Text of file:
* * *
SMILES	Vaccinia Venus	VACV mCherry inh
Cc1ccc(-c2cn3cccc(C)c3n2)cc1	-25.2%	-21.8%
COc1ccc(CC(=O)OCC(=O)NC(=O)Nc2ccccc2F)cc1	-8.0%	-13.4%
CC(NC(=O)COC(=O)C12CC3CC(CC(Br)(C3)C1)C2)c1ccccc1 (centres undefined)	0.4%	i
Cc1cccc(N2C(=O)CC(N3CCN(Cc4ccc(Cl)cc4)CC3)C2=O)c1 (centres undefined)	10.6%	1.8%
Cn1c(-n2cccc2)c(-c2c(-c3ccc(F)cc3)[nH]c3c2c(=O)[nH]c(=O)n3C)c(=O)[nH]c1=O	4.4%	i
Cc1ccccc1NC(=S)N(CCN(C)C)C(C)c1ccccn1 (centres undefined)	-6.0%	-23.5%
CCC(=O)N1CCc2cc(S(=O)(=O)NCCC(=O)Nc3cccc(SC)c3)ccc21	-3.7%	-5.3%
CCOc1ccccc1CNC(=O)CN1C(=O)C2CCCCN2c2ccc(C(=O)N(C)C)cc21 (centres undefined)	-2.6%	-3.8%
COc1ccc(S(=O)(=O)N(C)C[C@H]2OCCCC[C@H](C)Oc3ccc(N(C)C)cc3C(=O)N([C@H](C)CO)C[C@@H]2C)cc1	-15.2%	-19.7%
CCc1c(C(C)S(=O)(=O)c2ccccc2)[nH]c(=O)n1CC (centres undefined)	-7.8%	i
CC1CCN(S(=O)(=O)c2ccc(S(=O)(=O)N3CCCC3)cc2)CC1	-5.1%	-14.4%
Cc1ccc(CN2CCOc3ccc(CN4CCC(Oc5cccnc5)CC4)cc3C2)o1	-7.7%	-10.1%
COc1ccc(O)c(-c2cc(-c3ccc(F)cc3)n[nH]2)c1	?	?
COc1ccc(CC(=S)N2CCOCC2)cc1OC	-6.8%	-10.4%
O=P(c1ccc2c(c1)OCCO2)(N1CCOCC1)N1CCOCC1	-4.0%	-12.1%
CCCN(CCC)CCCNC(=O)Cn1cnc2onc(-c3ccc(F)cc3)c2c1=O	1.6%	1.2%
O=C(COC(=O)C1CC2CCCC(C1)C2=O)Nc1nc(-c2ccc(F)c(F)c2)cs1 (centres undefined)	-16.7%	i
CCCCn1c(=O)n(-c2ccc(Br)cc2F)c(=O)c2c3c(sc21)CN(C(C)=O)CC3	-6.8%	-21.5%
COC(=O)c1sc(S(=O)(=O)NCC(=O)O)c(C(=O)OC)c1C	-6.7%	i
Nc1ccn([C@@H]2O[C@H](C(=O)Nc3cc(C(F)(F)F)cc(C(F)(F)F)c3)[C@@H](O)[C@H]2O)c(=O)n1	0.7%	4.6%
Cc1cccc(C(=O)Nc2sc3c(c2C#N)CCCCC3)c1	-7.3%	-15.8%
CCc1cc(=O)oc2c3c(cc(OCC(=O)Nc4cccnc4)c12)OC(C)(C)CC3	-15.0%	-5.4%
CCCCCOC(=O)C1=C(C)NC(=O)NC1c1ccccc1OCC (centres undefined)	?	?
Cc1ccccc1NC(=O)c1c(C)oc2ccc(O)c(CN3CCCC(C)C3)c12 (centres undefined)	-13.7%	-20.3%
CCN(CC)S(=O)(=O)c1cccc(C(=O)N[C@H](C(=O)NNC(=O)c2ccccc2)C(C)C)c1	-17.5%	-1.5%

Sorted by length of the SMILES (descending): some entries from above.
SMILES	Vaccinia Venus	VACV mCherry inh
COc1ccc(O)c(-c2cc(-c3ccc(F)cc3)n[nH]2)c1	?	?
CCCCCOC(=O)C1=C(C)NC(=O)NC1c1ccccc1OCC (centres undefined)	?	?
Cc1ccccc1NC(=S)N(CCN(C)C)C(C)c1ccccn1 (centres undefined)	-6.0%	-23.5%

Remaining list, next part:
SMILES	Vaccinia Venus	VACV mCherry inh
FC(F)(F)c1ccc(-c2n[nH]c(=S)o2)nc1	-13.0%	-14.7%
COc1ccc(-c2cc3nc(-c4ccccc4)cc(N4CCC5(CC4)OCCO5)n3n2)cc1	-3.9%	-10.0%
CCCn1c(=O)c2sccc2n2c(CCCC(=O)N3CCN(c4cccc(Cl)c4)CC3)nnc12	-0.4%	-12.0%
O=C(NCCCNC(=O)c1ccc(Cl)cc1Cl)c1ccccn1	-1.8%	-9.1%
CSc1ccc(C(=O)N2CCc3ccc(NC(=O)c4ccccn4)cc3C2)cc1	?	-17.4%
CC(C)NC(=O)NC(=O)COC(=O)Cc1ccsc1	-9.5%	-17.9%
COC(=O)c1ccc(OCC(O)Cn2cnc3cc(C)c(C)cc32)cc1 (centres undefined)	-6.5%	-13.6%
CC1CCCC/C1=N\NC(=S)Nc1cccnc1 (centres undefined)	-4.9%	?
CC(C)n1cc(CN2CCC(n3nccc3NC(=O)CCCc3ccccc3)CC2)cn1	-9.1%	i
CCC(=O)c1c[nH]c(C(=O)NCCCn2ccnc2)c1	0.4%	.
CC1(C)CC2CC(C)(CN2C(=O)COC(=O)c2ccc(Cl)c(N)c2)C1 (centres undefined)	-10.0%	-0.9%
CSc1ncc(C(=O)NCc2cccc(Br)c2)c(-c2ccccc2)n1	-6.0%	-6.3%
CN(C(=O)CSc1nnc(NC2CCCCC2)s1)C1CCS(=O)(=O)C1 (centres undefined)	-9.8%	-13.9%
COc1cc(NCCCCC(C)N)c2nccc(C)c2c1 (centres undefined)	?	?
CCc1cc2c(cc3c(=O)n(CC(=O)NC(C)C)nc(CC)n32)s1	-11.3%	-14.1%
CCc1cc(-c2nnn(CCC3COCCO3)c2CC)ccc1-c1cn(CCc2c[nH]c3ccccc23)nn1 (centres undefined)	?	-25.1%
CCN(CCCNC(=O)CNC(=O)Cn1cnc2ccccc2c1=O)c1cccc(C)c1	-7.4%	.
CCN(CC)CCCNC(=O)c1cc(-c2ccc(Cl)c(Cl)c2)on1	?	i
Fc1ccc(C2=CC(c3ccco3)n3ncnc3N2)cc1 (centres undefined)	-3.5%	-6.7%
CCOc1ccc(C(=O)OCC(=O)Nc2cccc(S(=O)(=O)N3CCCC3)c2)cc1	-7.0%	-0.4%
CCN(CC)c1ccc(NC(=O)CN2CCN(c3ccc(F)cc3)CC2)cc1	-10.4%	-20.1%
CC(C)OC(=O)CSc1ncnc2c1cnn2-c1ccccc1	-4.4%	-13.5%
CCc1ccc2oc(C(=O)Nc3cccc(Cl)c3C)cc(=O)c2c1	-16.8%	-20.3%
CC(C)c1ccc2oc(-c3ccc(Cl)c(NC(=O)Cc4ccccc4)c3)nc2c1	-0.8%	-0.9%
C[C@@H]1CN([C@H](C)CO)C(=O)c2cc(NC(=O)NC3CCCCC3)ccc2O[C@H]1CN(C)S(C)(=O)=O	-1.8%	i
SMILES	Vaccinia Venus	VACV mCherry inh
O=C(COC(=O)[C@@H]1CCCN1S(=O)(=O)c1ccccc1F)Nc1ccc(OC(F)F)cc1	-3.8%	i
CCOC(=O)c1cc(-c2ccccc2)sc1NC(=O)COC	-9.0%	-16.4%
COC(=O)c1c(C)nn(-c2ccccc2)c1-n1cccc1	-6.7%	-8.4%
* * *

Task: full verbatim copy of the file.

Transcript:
SMILES	Vaccinia Venus	VACV mCherry inh
Cc1ccc(-c2cn3cccc(C)c3n2)cc1	-25.2%	-21.8%
COc1ccc(CC(=O)OCC(=O)NC(=O)Nc2ccccc2F)cc1	-8.0%	-13.4%
CC(NC(=O)COC(=O)C12CC3CC(CC(Br)(C3)C1)C2)c1ccccc1 (centres undefined)	0.4%	i
Cc1cccc(N2C(=O)CC(N3CCN(Cc4ccc(Cl)cc4)CC3)C2=O)c1 (centres undefined)	10.6%	1.8%
Cn1c(-n2cccc2)c(-c2c(-c3ccc(F)cc3)[nH]c3c2c(=O)[nH]c(=O)n3C)c(=O)[nH]c1=O	4.4%	i
Cc1ccccc1NC(=S)N(CCN(C)C)C(C)c1ccccn1 (centres undefined)	-6.0%	-23.5%
CCC(=O)N1CCc2cc(S(=O)(=O)NCCC(=O)Nc3cccc(SC)c3)ccc21	-3.7%	-5.3%
CCOc1ccccc1CNC(=O)CN1C(=O)C2CCCCN2c2ccc(C(=O)N(C)C)cc21 (centres undefined)	-2.6%	-3.8%
COc1ccc(S(=O)(=O)N(C)C[C@H]2OCCCC[C@H](C)Oc3ccc(N(C)C)cc3C(=O)N([C@H](C)CO)C[C@@H]2C)cc1	-15.2%	-19.7%
CCc1c(C(C)S(=O)(=O)c2ccccc2)[nH]c(=O)n1CC (centres undefined)	-7.8%	i
CC1CCN(S(=O)(=O)c2ccc(S(=O)(=O)N3CCCC3)cc2)CC1	-5.1%	-14.4%
Cc1ccc(CN2CCOc3ccc(CN4CCC(Oc5cccnc5)CC4)cc3C2)o1	-7.7%	-10.1%
COc1ccc(O)c(-c2cc(-c3ccc(F)cc3)n[nH]2)c1	?	?
COc1ccc(CC(=S)N2CCOCC2)cc1OC	-6.8%	-10.4%
O=P(c1ccc2c(c1)OCCO2)(N1CCOCC1)N1CCOCC1	-4.0%	-12.1%
CCCN(CCC)CCCNC(=O)Cn1cnc2onc(-c3ccc(F)cc3)c2c1=O	1.6%	1.2%
O=C(COC(=O)C1CC2CCCC(C1)C2=O)Nc1nc(-c2ccc(F)c(F)c2)cs1 (centres undefined)	-16.7%	i
CCCCn1c(=O)n(-c2ccc(Br)cc2F)c(=O)c2c3c(sc21)CN(C(C)=O)CC3	-6.8%	-21.5%
COC(=O)c1sc(S(=O)(=O)NCC(=O)O)c(C(=O)OC)c1C	-6.7%	i
Nc1ccn([C@@H]2O[C@H](C(=O)Nc3cc(C(F)(F)F)cc(C(F)(F)F)c3)[C@@H](O)[C@H]2O)c(=O)n1	0.7%	4.6%
Cc1cccc(C(=O)Nc2sc3c(c2C#N)CCCCC3)c1	-7.3%	-15.8%
CCc1cc(=O)oc2c3c(cc(OCC(=O)Nc4cccnc4)c12)OC(C)(C)CC3	-15.0%	-5.4%
CCCCCOC(=O)C1=C(C)NC(=O)NC1c1ccccc1OCC (centres undefined)	?	?
Cc1ccccc1NC(=O)c1c(C)oc2ccc(O)c(CN3CCCC(C)C3)c12 (centres undefined)	-13.7%	-20.3%
CCN(CC)S(=O)(=O)c1cccc(C(=O)N[C@H](C(=O)NNC(=O)c2ccccc2)C(C)C)c1	-17.5%	-1.5%

Sorted by length of the SMILES (descending): some entries from above.
SMILES	Vaccinia Venus	VACV mCherry inh
COc1ccc(O)c(-c2cc(-c3ccc(F)cc3)n[nH]2)c1	?	?
CCCCCOC(=O)C1=C(C)NC(=O)NC1c1ccccc1OCC (centres undefined)	?	?
Cc1ccccc1NC(=S)N(CCN(C)C)C(C)c1ccccn1 (centres undefined)	-6.0%	-23.5%

Remaining list, next part:
SMILES	Vaccinia Venus	VACV mCherry inh
FC(F)(F)c1ccc(-c2n[nH]c(=S)o2)nc1	-13.0%	-14.7%
COc1ccc(-c2cc3nc(-c4ccccc4)cc(N4CCC5(CC4)OCCO5)n3n2)cc1	-3.9%	-10.0%
CCCn1c(=O)c2sccc2n2c(CCCC(=O)N3CCN(c4cccc(Cl)c4)CC3)nnc12	-0.4%	-12.0%
O=C(NCCCNC(=O)c1ccc(Cl)cc1Cl)c1ccccn1	-1.8%	-9.1%
CSc1ccc(C(=O)N2CCc3ccc(NC(=O)c4ccccn4)cc3C2)cc1	?	-17.4%
CC(C)NC(=O)NC(=O)COC(=O)Cc1ccsc1	-9.5%	-17.9%
COC(=O)c1ccc(OCC(O)Cn2cnc3cc(C)c(C)cc32)cc1 (centres undefined)	-6.5%	-13.6%
CC1CCCC/C1=N\NC(=S)Nc1cccnc1 (centres undefined)	-4.9%	?
CC(C)n1cc(CN2CCC(n3nccc3NC(=O)CCCc3ccccc3)CC2)cn1	-9.1%	i
CCC(=O)c1c[nH]c(C(=O)NCCCn2ccnc2)c1	0.4%	.
CC1(C)CC2CC(C)(CN2C(=O)COC(=O)c2ccc(Cl)c(N)c2)C1 (centres undefined)	-10.0%	-0.9%
CSc1ncc(C(=O)NCc2cccc(Br)c2)c(-c2ccccc2)n1	-6.0%	-6.3%
CN(C(=O)CSc1nnc(NC2CCCCC2)s1)C1CCS(=O)(=O)C1 (centres undefined)	-9.8%	-13.9%
COc1cc(NCCCCC(C)N)c2nccc(C)c2c1 (centres undefined)	?	?
CCc1cc2c(cc3c(=O)n(CC(=O)NC(C)C)nc(CC)n32)s1	-11.3%	-14.1%
CCc1cc(-c2nnn(CCC3COCCO3)c2CC)ccc1-c1cn(CCc2c[nH]c3ccccc23)nn1 (centres undefined)	?	-25.1%
CCN(CCCNC(=O)CNC(=O)Cn1cnc2ccccc2c1=O)c1cccc(C)c1	-7.4%	.
CCN(CC)CCCNC(=O)c1cc(-c2ccc(Cl)c(Cl)c2)on1	?	i
Fc1ccc(C2=CC(c3ccco3)n3ncnc3N2)cc1 (centres undefined)	-3.5%	-6.7%
CCOc1ccc(C(=O)OCC(=O)Nc2cccc(S(=O)(=O)N3CCCC3)c2)cc1	-7.0%	-0.4%
CCN(CC)c1ccc(NC(=O)CN2CCN(c3ccc(F)cc3)CC2)cc1	-10.4%	-20.1%
CC(C)OC(=O)CSc1ncnc2c1cnn2-c1ccccc1	-4.4%	-13.5%
CCc1ccc2oc(C(=O)Nc3cccc(Cl)c3C)cc(=O)c2c1	-16.8%	-20.3%
CC(C)c1ccc2oc(-c3ccc(Cl)c(NC(=O)Cc4ccccc4)c3)nc2c1	-0.8%	-0.9%
C[C@@H]1CN([C@H](C)CO)C(=O)c2cc(NC(=O)NC3CCCCC3)ccc2O[C@H]1CN(C)S(C)(=O)=O	-1.8%	i
SMILES	Vaccinia Venus	VACV mCherry inh
O=C(COC(=O)[C@@H]1CCCN1S(=O)(=O)c1ccccc1F)Nc1ccc(OC(F)F)cc1	-3.8%	i
CCOC(=O)c1cc(-c2ccccc2)sc1NC(=O)COC	-9.0%	-16.4%
COC(=O)c1c(C)nn(-c2ccccc2)c1-n1cccc1	-6.7%	-8.4%